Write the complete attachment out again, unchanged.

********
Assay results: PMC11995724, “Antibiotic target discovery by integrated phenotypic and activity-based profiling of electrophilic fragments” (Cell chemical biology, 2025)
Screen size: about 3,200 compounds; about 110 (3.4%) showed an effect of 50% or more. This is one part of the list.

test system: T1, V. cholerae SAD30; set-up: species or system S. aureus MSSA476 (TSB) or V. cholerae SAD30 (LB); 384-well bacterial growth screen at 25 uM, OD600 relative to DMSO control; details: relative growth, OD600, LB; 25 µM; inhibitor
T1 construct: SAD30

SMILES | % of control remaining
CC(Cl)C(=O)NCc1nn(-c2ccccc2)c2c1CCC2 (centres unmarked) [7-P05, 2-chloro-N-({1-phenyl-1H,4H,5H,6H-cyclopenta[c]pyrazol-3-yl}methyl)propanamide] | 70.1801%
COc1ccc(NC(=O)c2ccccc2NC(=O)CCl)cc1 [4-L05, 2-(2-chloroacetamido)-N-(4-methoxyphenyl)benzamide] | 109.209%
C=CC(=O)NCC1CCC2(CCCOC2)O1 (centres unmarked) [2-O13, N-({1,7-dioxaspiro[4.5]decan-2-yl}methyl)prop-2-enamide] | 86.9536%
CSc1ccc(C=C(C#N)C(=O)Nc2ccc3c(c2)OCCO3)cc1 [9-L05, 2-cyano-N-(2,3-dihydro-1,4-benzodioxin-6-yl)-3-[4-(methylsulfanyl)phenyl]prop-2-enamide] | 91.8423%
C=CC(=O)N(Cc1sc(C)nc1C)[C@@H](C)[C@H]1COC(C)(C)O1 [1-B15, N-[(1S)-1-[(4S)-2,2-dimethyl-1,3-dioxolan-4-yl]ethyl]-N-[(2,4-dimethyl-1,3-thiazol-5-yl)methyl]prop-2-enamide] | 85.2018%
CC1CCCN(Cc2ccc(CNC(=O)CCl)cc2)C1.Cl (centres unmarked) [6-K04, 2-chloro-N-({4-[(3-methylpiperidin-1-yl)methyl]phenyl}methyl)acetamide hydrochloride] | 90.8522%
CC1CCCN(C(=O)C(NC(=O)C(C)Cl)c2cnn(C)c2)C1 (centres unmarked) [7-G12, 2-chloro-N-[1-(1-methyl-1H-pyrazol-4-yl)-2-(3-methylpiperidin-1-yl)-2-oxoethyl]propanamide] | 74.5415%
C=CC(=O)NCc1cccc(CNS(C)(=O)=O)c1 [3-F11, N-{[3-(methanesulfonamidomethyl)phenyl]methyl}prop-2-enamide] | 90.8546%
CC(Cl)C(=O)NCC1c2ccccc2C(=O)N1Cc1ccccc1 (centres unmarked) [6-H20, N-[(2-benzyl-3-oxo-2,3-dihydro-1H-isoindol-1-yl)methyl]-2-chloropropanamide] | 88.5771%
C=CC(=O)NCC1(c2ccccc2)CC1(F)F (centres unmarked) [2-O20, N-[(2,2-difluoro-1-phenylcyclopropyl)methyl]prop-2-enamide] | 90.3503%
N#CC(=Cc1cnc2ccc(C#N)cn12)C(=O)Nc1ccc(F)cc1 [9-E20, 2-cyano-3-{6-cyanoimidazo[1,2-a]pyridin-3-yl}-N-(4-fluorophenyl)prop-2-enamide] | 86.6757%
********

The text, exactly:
Assay results: PMC11995724, “Antibiotic target discovery by integrated phenotypic and activity-based profiling of electrophilic fragments” (Cell chemical biology, 2025)
Screen size: about 3,200 compounds; about 110 (3.4%) showed an effect of 50% or more. This is one part of the list.

test system: T1, V. cholerae SAD30; set-up: species or system S. aureus MSSA476 (TSB) or V. cholerae SAD30 (LB); 384-well bacterial growth screen at 25 uM, OD600 relative to DMSO control; details: relative growth, OD600, LB; 25 µM; inhibitor
T1 construct: SAD30

SMILES | % of control remaining
CC(Cl)C(=O)NCc1nn(-c2ccccc2)c2c1CCC2 (centres unmarked) [7-P05, 2-chloro-N-({1-phenyl-1H,4H,5H,6H-cyclopenta[c]pyrazol-3-yl}methyl)propanamide] | 70.1801%
COc1ccc(NC(=O)c2ccccc2NC(=O)CCl)cc1 [4-L05, 2-(2-chloroacetamido)-N-(4-methoxyphenyl)benzamide] | 109.209%
C=CC(=O)NCC1CCC2(CCCOC2)O1 (centres unmarked) [2-O13, N-({1,7-dioxaspiro[4.5]decan-2-yl}methyl)prop-2-enamide] | 86.9536%
CSc1ccc(C=C(C#N)C(=O)Nc2ccc3c(c2)OCCO3)cc1 [9-L05, 2-cyano-N-(2,3-dihydro-1,4-benzodioxin-6-yl)-3-[4-(methylsulfanyl)phenyl]prop-2-enamide] | 91.8423%
C=CC(=O)N(Cc1sc(C)nc1C)[C@@H](C)[C@H]1COC(C)(C)O1 [1-B15, N-[(1S)-1-[(4S)-2,2-dimethyl-1,3-dioxolan-4-yl]ethyl]-N-[(2,4-dimethyl-1,3-thiazol-5-yl)methyl]prop-2-enamide] | 85.2018%
CC1CCCN(Cc2ccc(CNC(=O)CCl)cc2)C1.Cl (centres unmarked) [6-K04, 2-chloro-N-({4-[(3-methylpiperidin-1-yl)methyl]phenyl}methyl)acetamide hydrochloride] | 90.8522%
CC1CCCN(C(=O)C(NC(=O)C(C)Cl)c2cnn(C)c2)C1 (centres unmarked) [7-G12, 2-chloro-N-[1-(1-methyl-1H-pyrazol-4-yl)-2-(3-methylpiperidin-1-yl)-2-oxoethyl]propanamide] | 74.5415%
C=CC(=O)NCc1cccc(CNS(C)(=O)=O)c1 [3-F11, N-{[3-(methanesulfonamidomethyl)phenyl]methyl}prop-2-enamide] | 90.8546%
CC(Cl)C(=O)NCC1c2ccccc2C(=O)N1Cc1ccccc1 (centres unmarked) [6-H20, N-[(2-benzyl-3-oxo-2,3-dihydro-1H-isoindol-1-yl)methyl]-2-chloropropanamide] | 88.5771%
C=CC(=O)NCC1(c2ccccc2)CC1(F)F (centres unmarked) [2-O20, N-[(2,2-difluoro-1-phenylcyclopropyl)methyl]prop-2-enamide] | 90.3503%
N#CC(=Cc1cnc2ccc(C#N)cn12)C(=O)Nc1ccc(F)cc1 [9-E20, 2-cyano-3-{6-cyanoimidazo[1,2-a]pyridin-3-yl}-N-(4-fluorophenyl)prop-2-enamide] | 86.6757%